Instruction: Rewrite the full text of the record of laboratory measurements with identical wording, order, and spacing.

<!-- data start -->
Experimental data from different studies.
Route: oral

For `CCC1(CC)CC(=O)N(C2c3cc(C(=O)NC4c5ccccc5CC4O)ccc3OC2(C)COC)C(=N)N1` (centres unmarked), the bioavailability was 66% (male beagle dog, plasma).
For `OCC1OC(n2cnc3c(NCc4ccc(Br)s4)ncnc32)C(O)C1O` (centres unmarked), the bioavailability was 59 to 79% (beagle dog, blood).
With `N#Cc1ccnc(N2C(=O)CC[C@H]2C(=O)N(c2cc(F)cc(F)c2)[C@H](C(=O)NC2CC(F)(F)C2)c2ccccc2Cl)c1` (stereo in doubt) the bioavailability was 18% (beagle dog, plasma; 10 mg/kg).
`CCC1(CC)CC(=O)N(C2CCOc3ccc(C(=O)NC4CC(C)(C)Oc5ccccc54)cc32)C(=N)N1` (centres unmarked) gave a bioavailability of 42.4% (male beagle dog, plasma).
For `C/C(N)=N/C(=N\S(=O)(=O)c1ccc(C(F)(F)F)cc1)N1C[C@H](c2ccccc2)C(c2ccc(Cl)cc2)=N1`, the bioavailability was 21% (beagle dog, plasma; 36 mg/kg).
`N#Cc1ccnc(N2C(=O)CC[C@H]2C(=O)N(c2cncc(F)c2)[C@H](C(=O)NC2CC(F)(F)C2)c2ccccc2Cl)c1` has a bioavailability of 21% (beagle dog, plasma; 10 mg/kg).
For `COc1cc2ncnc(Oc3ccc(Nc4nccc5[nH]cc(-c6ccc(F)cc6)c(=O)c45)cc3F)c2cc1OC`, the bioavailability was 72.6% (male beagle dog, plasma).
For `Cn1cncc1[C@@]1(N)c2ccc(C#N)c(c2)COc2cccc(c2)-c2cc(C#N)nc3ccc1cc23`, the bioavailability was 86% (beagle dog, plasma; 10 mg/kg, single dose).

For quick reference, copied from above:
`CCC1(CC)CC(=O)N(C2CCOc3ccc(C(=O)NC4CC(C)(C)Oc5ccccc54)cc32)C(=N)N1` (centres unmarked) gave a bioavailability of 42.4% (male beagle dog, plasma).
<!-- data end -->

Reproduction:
Experimental data from different studies.
Route: oral

For `CCC1(CC)CC(=O)N(C2c3cc(C(=O)NC4c5ccccc5CC4O)ccc3OC2(C)COC)C(=N)N1` (centres unmarked), the bioavailability was 66% (male beagle dog, plasma).
For `OCC1OC(n2cnc3c(NCc4ccc(Br)s4)ncnc32)C(O)C1O` (centres unmarked), the bioavailability was 59 to 79% (beagle dog, blood).
With `N#Cc1ccnc(N2C(=O)CC[C@H]2C(=O)N(c2cc(F)cc(F)c2)[C@H](C(=O)NC2CC(F)(F)C2)c2ccccc2Cl)c1` (stereo in doubt) the bioavailability was 18% (beagle dog, plasma; 10 mg/kg).
`CCC1(CC)CC(=O)N(C2CCOc3ccc(C(=O)NC4CC(C)(C)Oc5ccccc54)cc32)C(=N)N1` (centres unmarked) gave a bioavailability of 42.4% (male beagle dog, plasma).
For `C/C(N)=N/C(=N\S(=O)(=O)c1ccc(C(F)(F)F)cc1)N1C[C@H](c2ccccc2)C(c2ccc(Cl)cc2)=N1`, the bioavailability was 21% (beagle dog, plasma; 36 mg/kg).
`N#Cc1ccnc(N2C(=O)CC[C@H]2C(=O)N(c2cncc(F)c2)[C@H](C(=O)NC2CC(F)(F)C2)c2ccccc2Cl)c1` has a bioavailability of 21% (beagle dog, plasma; 10 mg/kg).
For `COc1cc2ncnc(Oc3ccc(Nc4nccc5[nH]cc(-c6ccc(F)cc6)c(=O)c45)cc3F)c2cc1OC`, the bioavailability was 72.6% (male beagle dog, plasma).
For `Cn1cncc1[C@@]1(N)c2ccc(C#N)c(c2)COc2cccc(c2)-c2cc(C#N)nc3ccc1cc23`, the bioavailability was 86% (beagle dog, plasma; 10 mg/kg, single dose).

For quick reference, copied from above:
`CCC1(CC)CC(=O)N(C2CCOc3ccc(C(=O)NC4CC(C)(C)Oc5ccccc54)cc32)C(=N)N1` (centres unmarked) gave a bioavailability of 42.4% (male beagle dog, plasma).